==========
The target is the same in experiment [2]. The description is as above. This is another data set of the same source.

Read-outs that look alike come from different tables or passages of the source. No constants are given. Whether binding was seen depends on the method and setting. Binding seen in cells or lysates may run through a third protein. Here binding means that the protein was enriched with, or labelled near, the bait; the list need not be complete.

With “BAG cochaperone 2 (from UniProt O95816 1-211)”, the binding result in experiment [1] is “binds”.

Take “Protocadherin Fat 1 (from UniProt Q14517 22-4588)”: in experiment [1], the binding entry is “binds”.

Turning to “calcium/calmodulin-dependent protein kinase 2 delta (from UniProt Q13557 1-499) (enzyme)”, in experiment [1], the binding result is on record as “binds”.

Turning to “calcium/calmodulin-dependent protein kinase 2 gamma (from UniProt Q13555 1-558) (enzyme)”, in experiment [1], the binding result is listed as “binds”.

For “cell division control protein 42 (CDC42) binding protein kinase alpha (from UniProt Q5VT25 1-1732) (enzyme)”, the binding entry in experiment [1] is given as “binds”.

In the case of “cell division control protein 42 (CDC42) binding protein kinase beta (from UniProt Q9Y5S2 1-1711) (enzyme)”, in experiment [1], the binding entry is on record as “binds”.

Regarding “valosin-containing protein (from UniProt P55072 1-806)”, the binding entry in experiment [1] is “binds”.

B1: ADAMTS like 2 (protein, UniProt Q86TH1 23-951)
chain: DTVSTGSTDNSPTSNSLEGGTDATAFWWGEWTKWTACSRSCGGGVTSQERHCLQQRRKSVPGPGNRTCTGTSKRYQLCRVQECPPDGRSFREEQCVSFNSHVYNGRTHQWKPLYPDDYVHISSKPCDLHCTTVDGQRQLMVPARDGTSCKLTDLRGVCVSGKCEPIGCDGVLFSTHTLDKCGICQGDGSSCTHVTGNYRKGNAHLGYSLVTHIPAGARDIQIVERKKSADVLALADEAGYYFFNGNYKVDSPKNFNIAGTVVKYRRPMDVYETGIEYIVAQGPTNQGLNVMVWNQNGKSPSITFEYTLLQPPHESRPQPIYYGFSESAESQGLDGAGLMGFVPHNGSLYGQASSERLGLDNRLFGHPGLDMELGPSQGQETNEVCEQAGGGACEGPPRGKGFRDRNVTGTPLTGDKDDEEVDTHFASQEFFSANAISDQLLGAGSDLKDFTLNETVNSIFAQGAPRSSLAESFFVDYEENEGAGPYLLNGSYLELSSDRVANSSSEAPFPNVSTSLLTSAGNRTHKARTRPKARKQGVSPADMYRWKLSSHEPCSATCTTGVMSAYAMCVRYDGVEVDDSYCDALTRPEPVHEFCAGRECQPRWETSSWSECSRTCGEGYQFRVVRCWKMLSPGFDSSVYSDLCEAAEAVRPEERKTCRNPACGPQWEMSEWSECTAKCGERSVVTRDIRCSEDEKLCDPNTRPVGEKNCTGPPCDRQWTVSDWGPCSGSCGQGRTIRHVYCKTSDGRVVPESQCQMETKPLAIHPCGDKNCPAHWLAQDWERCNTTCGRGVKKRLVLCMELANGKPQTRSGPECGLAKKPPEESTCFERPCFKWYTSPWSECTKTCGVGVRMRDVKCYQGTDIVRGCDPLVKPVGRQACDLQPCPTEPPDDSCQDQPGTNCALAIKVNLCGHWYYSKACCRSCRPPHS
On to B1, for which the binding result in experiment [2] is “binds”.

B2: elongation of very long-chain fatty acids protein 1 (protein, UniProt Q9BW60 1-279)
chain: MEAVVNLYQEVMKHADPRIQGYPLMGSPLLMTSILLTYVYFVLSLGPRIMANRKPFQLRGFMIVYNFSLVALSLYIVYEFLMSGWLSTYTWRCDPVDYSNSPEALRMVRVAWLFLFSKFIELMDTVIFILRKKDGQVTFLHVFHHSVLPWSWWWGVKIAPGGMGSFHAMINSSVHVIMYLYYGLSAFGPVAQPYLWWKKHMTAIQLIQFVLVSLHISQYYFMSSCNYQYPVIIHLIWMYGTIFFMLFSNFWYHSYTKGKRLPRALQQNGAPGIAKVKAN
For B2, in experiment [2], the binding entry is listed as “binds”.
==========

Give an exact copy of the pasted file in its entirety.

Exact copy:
The target is the same in experiment [2]. The description is as above. This is another data set of the same source.

Read-outs that look alike come from different tables or passages of the source. No constants are given. Whether binding was seen depends on the method and setting. Binding seen in cells or lysates may run through a third protein. Here binding means that the protein was enriched with, or labelled near, the bait; the list need not be complete.

With “BAG cochaperone 2 (from UniProt O95816 1-211)”, the binding result in experiment [1] is “binds”.

Take “Protocadherin Fat 1 (from UniProt Q14517 22-4588)”: in experiment [1], the binding entry is “binds”.

Turning to “calcium/calmodulin-dependent protein kinase 2 delta (from UniProt Q13557 1-499) (enzyme)”, in experiment [1], the binding result is on record as “binds”.

Turning to “calcium/calmodulin-dependent protein kinase 2 gamma (from UniProt Q13555 1-558) (enzyme)”, in experiment [1], the binding result is listed as “binds”.

For “cell division control protein 42 (CDC42) binding protein kinase alpha (from UniProt Q5VT25 1-1732) (enzyme)”, the binding entry in experiment [1] is given as “binds”.

In the case of “cell division control protein 42 (CDC42) binding protein kinase beta (from UniProt Q9Y5S2 1-1711) (enzyme)”, in experiment [1], the binding entry is on record as “binds”.

Regarding “valosin-containing protein (from UniProt P55072 1-806)”, the binding entry in experiment [1] is “binds”.

B1: ADAMTS like 2 (protein, UniProt Q86TH1 23-951)
chain: DTVSTGSTDNSPTSNSLEGGTDATAFWWGEWTKWTACSRSCGGGVTSQERHCLQQRRKSVPGPGNRTCTGTSKRYQLCRVQECPPDGRSFREEQCVSFNSHVYNGRTHQWKPLYPDDYVHISSKPCDLHCTTVDGQRQLMVPARDGTSCKLTDLRGVCVSGKCEPIGCDGVLFSTHTLDKCGICQGDGSSCTHVTGNYRKGNAHLGYSLVTHIPAGARDIQIVERKKSADVLALADEAGYYFFNGNYKVDSPKNFNIAGTVVKYRRPMDVYETGIEYIVAQGPTNQGLNVMVWNQNGKSPSITFEYTLLQPPHESRPQPIYYGFSESAESQGLDGAGLMGFVPHNGSLYGQASSERLGLDNRLFGHPGLDMELGPSQGQETNEVCEQAGGGACEGPPRGKGFRDRNVTGTPLTGDKDDEEVDTHFASQEFFSANAISDQLLGAGSDLKDFTLNETVNSIFAQGAPRSSLAESFFVDYEENEGAGPYLLNGSYLELSSDRVANSSSEAPFPNVSTSLLTSAGNRTHKARTRPKARKQGVSPADMYRWKLSSHEPCSATCTTGVMSAYAMCVRYDGVEVDDSYCDALTRPEPVHEFCAGRECQPRWETSSWSECSRTCGEGYQFRVVRCWKMLSPGFDSSVYSDLCEAAEAVRPEERKTCRNPACGPQWEMSEWSECTAKCGERSVVTRDIRCSEDEKLCDPNTRPVGEKNCTGPPCDRQWTVSDWGPCSGSCGQGRTIRHVYCKTSDGRVVPESQCQMETKPLAIHPCGDKNCPAHWLAQDWERCNTTCGRGVKKRLVLCMELANGKPQTRSGPECGLAKKPPEESTCFERPCFKWYTSPWSECTKTCGVGVRMRDVKCYQGTDIVRGCDPLVKPVGRQACDLQPCPTEPPDDSCQDQPGTNCALAIKVNLCGHWYYSKACCRSCRPPHS
On to B1, for which the binding result in experiment [2] is “binds”.

B2: elongation of very long-chain fatty acids protein 1 (protein, UniProt Q9BW60 1-279)
chain: MEAVVNLYQEVMKHADPRIQGYPLMGSPLLMTSILLTYVYFVLSLGPRIMANRKPFQLRGFMIVYNFSLVALSLYIVYEFLMSGWLSTYTWRCDPVDYSNSPEALRMVRVAWLFLFSKFIELMDTVIFILRKKDGQVTFLHVFHHSVLPWSWWWGVKIAPGGMGSFHAMINSSVHVIMYLYYGLSAFGPVAQPYLWWKKHMTAIQLIQFVLVSLHISQYYFMSSCNYQYPVIIHLIWMYGTIFFMLFSNFWYHSYTKGKRLPRALQQNGAPGIAKVKAN
For B2, in experiment [2], the binding entry is listed as “binds”.